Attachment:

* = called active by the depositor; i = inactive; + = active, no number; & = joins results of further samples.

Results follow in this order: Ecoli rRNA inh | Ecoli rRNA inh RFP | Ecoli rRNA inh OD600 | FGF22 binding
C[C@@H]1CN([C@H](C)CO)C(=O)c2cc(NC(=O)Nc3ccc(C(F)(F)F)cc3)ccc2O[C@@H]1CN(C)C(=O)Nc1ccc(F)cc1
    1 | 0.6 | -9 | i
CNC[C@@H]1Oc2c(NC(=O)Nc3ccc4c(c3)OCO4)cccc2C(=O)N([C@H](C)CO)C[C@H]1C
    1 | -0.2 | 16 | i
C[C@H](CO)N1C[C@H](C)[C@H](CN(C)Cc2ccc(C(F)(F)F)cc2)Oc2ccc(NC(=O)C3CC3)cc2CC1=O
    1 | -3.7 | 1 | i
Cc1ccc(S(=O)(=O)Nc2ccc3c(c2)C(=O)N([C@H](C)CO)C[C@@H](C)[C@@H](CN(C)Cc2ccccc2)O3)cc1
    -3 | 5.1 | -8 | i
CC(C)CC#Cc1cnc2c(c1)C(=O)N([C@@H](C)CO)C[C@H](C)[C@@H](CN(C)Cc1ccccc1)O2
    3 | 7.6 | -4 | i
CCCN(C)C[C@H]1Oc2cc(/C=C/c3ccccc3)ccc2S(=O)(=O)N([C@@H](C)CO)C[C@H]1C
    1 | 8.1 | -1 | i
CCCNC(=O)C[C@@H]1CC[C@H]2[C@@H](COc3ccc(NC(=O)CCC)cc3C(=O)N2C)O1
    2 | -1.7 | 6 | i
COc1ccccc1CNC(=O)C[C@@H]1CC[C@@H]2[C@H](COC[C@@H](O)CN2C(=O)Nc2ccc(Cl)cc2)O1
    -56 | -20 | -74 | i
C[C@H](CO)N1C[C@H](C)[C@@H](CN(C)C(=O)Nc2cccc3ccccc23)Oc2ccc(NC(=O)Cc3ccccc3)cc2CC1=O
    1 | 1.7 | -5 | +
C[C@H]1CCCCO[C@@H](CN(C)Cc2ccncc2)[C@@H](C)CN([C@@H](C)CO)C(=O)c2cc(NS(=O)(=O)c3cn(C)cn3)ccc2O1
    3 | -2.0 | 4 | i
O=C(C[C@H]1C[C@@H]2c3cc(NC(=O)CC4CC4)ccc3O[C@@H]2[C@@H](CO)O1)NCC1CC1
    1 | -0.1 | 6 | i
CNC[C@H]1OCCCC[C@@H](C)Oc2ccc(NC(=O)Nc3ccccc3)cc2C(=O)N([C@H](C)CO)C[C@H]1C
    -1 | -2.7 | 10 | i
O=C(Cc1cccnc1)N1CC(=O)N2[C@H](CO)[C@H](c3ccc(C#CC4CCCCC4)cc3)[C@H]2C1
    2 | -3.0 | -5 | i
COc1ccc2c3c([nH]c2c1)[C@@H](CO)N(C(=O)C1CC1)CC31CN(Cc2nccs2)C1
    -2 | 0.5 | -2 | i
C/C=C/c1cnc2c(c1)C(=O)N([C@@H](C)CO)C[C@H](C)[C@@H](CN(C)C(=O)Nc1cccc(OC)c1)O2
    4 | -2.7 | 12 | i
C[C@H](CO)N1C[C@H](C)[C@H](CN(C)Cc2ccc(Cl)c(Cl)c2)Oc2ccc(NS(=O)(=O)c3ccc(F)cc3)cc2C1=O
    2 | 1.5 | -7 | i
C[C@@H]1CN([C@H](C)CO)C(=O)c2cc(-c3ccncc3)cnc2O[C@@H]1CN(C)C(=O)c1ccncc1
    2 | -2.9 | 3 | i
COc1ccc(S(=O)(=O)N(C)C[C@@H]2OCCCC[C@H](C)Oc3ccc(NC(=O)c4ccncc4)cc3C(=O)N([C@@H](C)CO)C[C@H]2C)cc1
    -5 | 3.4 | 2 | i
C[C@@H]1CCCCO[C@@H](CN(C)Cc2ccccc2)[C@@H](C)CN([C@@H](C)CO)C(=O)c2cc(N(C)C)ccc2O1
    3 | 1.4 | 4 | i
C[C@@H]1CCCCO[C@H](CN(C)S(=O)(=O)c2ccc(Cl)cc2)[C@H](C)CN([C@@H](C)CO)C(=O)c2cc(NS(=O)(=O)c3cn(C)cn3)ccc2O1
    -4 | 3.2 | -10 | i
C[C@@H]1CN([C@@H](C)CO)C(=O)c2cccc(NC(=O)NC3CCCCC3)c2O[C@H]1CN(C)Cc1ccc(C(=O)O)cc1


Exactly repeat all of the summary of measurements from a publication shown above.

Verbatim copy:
* = called active by the depositor; i = inactive; + = active, no number; & = joins results of further samples.

Results follow in this order: Ecoli rRNA inh | Ecoli rRNA inh RFP | Ecoli rRNA inh OD600 | FGF22 binding
C[C@@H]1CN([C@H](C)CO)C(=O)c2cc(NC(=O)Nc3ccc(C(F)(F)F)cc3)ccc2O[C@@H]1CN(C)C(=O)Nc1ccc(F)cc1
    1 | 0.6 | -9 | i
CNC[C@@H]1Oc2c(NC(=O)Nc3ccc4c(c3)OCO4)cccc2C(=O)N([C@H](C)CO)C[C@H]1C
    1 | -0.2 | 16 | i
C[C@H](CO)N1C[C@H](C)[C@H](CN(C)Cc2ccc(C(F)(F)F)cc2)Oc2ccc(NC(=O)C3CC3)cc2CC1=O
    1 | -3.7 | 1 | i
Cc1ccc(S(=O)(=O)Nc2ccc3c(c2)C(=O)N([C@H](C)CO)C[C@@H](C)[C@@H](CN(C)Cc2ccccc2)O3)cc1
    -3 | 5.1 | -8 | i
CC(C)CC#Cc1cnc2c(c1)C(=O)N([C@@H](C)CO)C[C@H](C)[C@@H](CN(C)Cc1ccccc1)O2
    3 | 7.6 | -4 | i
CCCN(C)C[C@H]1Oc2cc(/C=C/c3ccccc3)ccc2S(=O)(=O)N([C@@H](C)CO)C[C@H]1C
    1 | 8.1 | -1 | i
CCCNC(=O)C[C@@H]1CC[C@H]2[C@@H](COc3ccc(NC(=O)CCC)cc3C(=O)N2C)O1
    2 | -1.7 | 6 | i
COc1ccccc1CNC(=O)C[C@@H]1CC[C@@H]2[C@H](COC[C@@H](O)CN2C(=O)Nc2ccc(Cl)cc2)O1
    -56 | -20 | -74 | i
C[C@H](CO)N1C[C@H](C)[C@@H](CN(C)C(=O)Nc2cccc3ccccc23)Oc2ccc(NC(=O)Cc3ccccc3)cc2CC1=O
    1 | 1.7 | -5 | +
C[C@H]1CCCCO[C@@H](CN(C)Cc2ccncc2)[C@@H](C)CN([C@@H](C)CO)C(=O)c2cc(NS(=O)(=O)c3cn(C)cn3)ccc2O1
    3 | -2.0 | 4 | i
O=C(C[C@H]1C[C@@H]2c3cc(NC(=O)CC4CC4)ccc3O[C@@H]2[C@@H](CO)O1)NCC1CC1
    1 | -0.1 | 6 | i
CNC[C@H]1OCCCC[C@@H](C)Oc2ccc(NC(=O)Nc3ccccc3)cc2C(=O)N([C@H](C)CO)C[C@H]1C
    -1 | -2.7 | 10 | i
O=C(Cc1cccnc1)N1CC(=O)N2[C@H](CO)[C@H](c3ccc(C#CC4CCCCC4)cc3)[C@H]2C1
    2 | -3.0 | -5 | i
COc1ccc2c3c([nH]c2c1)[C@@H](CO)N(C(=O)C1CC1)CC31CN(Cc2nccs2)C1
    -2 | 0.5 | -2 | i
C/C=C/c1cnc2c(c1)C(=O)N([C@@H](C)CO)C[C@H](C)[C@@H](CN(C)C(=O)Nc1cccc(OC)c1)O2
    4 | -2.7 | 12 | i
C[C@H](CO)N1C[C@H](C)[C@H](CN(C)Cc2ccc(Cl)c(Cl)c2)Oc2ccc(NS(=O)(=O)c3ccc(F)cc3)cc2C1=O
    2 | 1.5 | -7 | i
C[C@@H]1CN([C@H](C)CO)C(=O)c2cc(-c3ccncc3)cnc2O[C@@H]1CN(C)C(=O)c1ccncc1
    2 | -2.9 | 3 | i
COc1ccc(S(=O)(=O)N(C)C[C@@H]2OCCCC[C@H](C)Oc3ccc(NC(=O)c4ccncc4)cc3C(=O)N([C@@H](C)CO)C[C@H]2C)cc1
    -5 | 3.4 | 2 | i
C[C@@H]1CCCCO[C@@H](CN(C)Cc2ccccc2)[C@@H](C)CN([C@@H](C)CO)C(=O)c2cc(N(C)C)ccc2O1
    3 | 1.4 | 4 | i
C[C@@H]1CCCCO[C@H](CN(C)S(=O)(=O)c2ccc(Cl)cc2)[C@H](C)CN([C@@H](C)CO)C(=O)c2cc(NS(=O)(=O)c3cn(C)cn3)ccc2O1
    -4 | 3.2 | -10 | i
C[C@@H]1CN([C@@H](C)CO)C(=O)c2cccc(NC(=O)NC3CCCCC3)c2O[C@H]1CN(C)Cc1ccc(C(=O)O)cc1